Alienation cases have been receiving a great deal of public and professional attention in the past few months in Canada. As with so many issues in family law, there are two competing, gendered narratives offered to explain these cases.  Men's rights activists claim that mothers alienate children from their fathers as a way of seeking revenge for separation, and argue that judges are gender-biased against fathers in these cases. Feminists tend to dismiss alienation as a fabrication of abusive fathers who are trying to force contact with children who are frightened of them and to control the lives of their abused former partners. While there is some validity to both of these narratives, each also has significant mythical elements. The reality of these cases is often highly complex, with both fathers and mothers bearing significant responsibility for the situation.

Two of the many findings are:

Mothers are twice as likely as fathers to alienate children from the other parent, but this reflects the fact that mothers are more likely to have custody or primary care of their children; in only 2 out of 89 cases was a parent with only access able to alienate a child from the other parent.

Fathers made more than three times as many unsubstantiated claims of parental alienation as mothers, but this too reflects the fact that claims of alienation (substantiated and unsubstantiated) are usually made by access parents, who are usually fathers. Read More ..

The Globe and Mail

Parental alienation cases draining court resources

Study says such cases should be moved out of court system, handled by individual judges

The Globe and Mail
May 13, 2009

An escalation in parental alienation allegations is draining valuable courtroom resources, a major study of 145 alienation cases between 1989-2008 concludes.

"Access problems and alienation cases - especially those which are more severe - take up a disproportionate amount of judicial time and energy," said the study, conducted by Queen's University law professor Nicholas Bala, a respected family law expert.

"One can ask whether the courts should even be trying to deal with these very challenging cases." Read More ..

Journal of Psychosocial Nursing 1994

Parental Alienation Syndrome

A Developmental Analysis of a Vulnerable Population

The American family is changing, and divorce is no small part of the pattern. In the United States, there are nearly a million and a half divorces and annulments annually. It is estimated that 40% to 50% of adults will eventually divorce . Including the indirect effects on family and friends, the impact of divorce has ripple effects not only for those directly involved, but also for society and clinical nursing.

Many children involved in divorce and custody litigation undergo thought reform or mild brainwashing by their parents. This disturbing fact is a product of the nature of divorce and the disintegration of the spousal relationship in our culture. Inevitably, children receive subtly transmitted messages that both parents have serious criticisms of each other. Read More .. ..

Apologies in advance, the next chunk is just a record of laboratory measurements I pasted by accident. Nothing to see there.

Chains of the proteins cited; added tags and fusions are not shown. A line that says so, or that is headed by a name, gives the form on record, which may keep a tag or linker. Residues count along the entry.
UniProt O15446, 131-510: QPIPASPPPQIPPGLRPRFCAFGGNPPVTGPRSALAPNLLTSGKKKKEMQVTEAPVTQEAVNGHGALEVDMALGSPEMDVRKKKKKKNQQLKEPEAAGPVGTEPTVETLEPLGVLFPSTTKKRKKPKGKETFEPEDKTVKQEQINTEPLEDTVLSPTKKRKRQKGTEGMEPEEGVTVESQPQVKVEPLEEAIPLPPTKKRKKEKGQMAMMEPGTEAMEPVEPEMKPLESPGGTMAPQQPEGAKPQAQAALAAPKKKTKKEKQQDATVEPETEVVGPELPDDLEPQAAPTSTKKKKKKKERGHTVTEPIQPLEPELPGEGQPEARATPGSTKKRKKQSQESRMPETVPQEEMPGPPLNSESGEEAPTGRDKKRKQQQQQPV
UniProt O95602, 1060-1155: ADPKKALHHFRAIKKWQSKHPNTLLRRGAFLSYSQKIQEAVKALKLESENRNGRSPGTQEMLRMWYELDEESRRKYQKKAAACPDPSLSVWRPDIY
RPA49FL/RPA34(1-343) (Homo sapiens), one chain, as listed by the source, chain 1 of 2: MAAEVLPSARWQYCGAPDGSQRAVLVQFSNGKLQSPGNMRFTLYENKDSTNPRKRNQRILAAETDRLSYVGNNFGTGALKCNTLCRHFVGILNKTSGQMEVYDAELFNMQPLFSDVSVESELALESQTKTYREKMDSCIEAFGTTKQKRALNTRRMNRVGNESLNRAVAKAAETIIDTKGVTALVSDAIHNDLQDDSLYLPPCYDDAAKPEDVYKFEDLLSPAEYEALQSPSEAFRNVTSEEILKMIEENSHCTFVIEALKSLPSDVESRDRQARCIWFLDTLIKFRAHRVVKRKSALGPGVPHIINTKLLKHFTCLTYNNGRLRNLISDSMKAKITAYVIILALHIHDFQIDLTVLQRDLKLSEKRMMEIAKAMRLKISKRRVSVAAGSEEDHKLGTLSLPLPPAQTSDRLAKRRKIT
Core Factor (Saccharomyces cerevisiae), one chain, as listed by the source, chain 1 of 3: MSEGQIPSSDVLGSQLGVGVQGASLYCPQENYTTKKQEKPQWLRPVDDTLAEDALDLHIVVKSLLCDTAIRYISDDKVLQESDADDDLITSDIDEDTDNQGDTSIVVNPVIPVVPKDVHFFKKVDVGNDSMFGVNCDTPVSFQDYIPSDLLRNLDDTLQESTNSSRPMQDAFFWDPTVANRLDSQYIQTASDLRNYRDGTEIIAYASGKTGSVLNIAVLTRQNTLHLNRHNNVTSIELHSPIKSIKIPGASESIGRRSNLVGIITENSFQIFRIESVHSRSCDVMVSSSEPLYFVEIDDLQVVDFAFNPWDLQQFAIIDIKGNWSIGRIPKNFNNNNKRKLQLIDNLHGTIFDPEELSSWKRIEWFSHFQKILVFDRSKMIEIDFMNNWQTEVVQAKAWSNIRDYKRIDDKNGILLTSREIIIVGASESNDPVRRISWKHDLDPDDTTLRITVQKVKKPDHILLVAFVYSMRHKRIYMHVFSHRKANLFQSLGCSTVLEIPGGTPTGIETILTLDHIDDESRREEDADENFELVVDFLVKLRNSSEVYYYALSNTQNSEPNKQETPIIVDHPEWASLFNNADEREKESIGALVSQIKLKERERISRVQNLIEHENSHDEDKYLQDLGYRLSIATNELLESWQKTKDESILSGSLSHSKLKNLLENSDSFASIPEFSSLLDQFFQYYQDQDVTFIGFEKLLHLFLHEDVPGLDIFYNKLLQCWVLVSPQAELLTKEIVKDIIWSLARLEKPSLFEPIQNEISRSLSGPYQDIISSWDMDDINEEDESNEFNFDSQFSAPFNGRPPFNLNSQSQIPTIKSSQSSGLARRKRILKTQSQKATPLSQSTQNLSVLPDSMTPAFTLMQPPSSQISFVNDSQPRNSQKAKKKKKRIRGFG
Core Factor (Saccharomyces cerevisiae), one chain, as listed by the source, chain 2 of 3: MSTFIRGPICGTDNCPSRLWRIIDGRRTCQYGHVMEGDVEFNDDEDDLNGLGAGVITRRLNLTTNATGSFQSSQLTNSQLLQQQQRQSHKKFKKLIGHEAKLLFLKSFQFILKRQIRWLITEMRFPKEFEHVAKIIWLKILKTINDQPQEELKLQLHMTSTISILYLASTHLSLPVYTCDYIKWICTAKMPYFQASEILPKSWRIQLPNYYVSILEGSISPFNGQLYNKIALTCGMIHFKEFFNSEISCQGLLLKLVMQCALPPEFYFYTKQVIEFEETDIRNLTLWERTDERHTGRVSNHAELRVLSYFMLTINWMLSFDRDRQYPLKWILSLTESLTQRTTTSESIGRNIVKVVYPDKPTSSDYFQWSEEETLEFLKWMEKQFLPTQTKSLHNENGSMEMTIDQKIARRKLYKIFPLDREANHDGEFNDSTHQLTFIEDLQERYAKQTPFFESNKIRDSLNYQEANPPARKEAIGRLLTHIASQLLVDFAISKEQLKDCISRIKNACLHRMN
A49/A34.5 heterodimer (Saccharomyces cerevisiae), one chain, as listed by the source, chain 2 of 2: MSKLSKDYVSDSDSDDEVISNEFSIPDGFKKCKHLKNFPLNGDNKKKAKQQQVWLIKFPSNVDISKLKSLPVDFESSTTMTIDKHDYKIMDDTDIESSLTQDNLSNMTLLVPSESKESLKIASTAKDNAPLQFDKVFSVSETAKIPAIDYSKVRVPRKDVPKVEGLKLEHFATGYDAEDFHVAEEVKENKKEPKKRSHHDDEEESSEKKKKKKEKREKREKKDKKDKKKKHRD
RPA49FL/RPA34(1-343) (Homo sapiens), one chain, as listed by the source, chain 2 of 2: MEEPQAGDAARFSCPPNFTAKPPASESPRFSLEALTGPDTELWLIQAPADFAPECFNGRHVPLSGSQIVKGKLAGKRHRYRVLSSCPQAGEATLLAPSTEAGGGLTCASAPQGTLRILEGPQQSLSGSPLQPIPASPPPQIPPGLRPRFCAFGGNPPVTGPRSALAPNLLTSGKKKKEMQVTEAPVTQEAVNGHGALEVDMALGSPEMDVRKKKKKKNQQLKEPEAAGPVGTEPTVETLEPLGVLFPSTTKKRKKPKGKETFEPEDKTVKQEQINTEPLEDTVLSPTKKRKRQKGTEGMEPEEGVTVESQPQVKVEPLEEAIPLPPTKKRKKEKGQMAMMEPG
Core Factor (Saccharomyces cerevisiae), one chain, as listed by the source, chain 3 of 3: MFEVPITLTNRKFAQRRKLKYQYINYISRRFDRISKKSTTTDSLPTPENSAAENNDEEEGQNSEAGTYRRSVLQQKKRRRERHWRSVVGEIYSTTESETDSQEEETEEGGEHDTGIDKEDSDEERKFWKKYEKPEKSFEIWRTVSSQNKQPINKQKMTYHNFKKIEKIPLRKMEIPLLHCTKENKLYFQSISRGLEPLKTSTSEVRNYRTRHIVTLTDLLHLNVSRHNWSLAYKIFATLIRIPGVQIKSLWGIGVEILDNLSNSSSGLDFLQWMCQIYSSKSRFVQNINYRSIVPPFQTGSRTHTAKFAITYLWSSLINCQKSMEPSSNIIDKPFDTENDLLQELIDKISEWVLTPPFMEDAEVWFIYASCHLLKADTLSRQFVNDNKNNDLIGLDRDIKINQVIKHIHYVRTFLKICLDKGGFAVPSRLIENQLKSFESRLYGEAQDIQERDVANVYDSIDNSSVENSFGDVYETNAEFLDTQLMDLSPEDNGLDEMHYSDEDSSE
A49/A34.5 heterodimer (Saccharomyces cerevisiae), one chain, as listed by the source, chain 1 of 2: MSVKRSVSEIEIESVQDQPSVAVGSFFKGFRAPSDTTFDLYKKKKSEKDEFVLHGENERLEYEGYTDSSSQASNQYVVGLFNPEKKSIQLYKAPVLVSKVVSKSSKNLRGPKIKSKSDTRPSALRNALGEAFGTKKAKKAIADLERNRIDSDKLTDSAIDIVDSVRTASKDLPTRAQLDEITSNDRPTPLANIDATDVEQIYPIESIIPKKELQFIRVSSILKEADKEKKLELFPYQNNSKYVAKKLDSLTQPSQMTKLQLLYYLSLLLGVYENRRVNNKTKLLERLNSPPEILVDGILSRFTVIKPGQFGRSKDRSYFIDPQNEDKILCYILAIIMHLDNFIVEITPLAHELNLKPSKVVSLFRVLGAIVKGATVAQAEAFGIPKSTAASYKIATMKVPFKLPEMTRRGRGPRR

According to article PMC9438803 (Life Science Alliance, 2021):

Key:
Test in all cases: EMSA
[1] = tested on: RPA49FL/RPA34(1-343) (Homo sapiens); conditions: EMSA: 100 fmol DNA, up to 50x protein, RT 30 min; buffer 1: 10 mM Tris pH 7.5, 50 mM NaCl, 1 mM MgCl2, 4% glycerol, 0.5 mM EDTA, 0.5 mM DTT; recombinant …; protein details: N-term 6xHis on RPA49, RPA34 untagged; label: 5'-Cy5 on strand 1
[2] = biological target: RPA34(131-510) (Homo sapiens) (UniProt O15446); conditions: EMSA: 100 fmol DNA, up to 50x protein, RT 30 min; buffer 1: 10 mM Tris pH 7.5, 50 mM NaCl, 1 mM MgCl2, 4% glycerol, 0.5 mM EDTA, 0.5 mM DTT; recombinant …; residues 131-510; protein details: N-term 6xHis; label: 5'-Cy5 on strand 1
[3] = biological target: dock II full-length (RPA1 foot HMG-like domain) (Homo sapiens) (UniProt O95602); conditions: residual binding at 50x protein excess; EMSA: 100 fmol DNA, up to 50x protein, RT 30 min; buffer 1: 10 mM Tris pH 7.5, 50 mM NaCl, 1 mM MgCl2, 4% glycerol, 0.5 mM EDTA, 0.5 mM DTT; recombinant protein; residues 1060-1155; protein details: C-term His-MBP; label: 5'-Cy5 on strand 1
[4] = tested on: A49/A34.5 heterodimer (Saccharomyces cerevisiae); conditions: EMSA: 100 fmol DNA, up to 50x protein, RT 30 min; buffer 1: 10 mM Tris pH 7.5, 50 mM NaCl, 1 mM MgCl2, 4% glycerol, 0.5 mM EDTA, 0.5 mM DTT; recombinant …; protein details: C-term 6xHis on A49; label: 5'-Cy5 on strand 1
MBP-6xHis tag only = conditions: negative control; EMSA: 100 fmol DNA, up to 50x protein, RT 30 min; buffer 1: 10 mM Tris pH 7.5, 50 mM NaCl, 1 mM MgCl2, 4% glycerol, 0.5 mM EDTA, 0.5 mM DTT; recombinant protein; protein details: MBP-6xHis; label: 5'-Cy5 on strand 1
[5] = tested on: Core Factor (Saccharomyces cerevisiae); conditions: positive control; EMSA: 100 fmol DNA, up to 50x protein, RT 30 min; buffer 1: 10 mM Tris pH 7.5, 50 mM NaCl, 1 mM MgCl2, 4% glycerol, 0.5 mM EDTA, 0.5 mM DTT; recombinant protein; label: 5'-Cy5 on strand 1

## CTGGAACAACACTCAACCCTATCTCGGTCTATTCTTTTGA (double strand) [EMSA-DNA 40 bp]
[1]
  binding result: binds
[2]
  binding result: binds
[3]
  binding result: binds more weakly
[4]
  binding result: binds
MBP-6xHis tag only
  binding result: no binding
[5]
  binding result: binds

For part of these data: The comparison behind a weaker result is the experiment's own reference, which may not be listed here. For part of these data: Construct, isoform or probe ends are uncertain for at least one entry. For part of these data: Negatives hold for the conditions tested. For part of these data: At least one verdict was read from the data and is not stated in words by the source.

Parental Alienation Syndrome

The Fathers Guide: Coping with Parental Alienation

Non-custodial parents often face a continuing dilemma, knowing how to respond to certain mind-programming propaganda that the children receive from the custodial parent. Every reference to the non-custodial parent is couched in negative words: "lazy, irresponsible, un-loving, and cheapskate," to name a few.

The childrens emotions and behavior patterns that result from this negative programming have been officially dubbed by the psychological community as the Parental Alienation Syndrome , and when the parent doing the alienation has full-time access to the children, the consequences can be devastating to the relationship between the child and the other parent. It is also devastating to the child as the child comes to realize that half of who they are, is a product of that "low life" other parent.   Read More ..

Parental Alienation Syndrome

A Developmental Analysis of a Vulnerable Population

The American family is changing, and divorce is no small part of the pattern. In the United States, there are nearly a million and a half divorces and annulments annually. It is estimated that 40% to 50% of adults will eventually divorce . Including the indirect effects on family and friends, the impact of divorce has ripple effects not only for those directly involved, but also for society and clinical nursing.

Many children involved in divorce and custody litigation undergo thought reform or mild brainwashing by their parents. This disturbing fact is a product of the nature of divorce and the disintegration of the spousal relationship in our culture. Inevitably, children receive subtly transmitted messages that both parents have serious criticisms of each other. Read More ..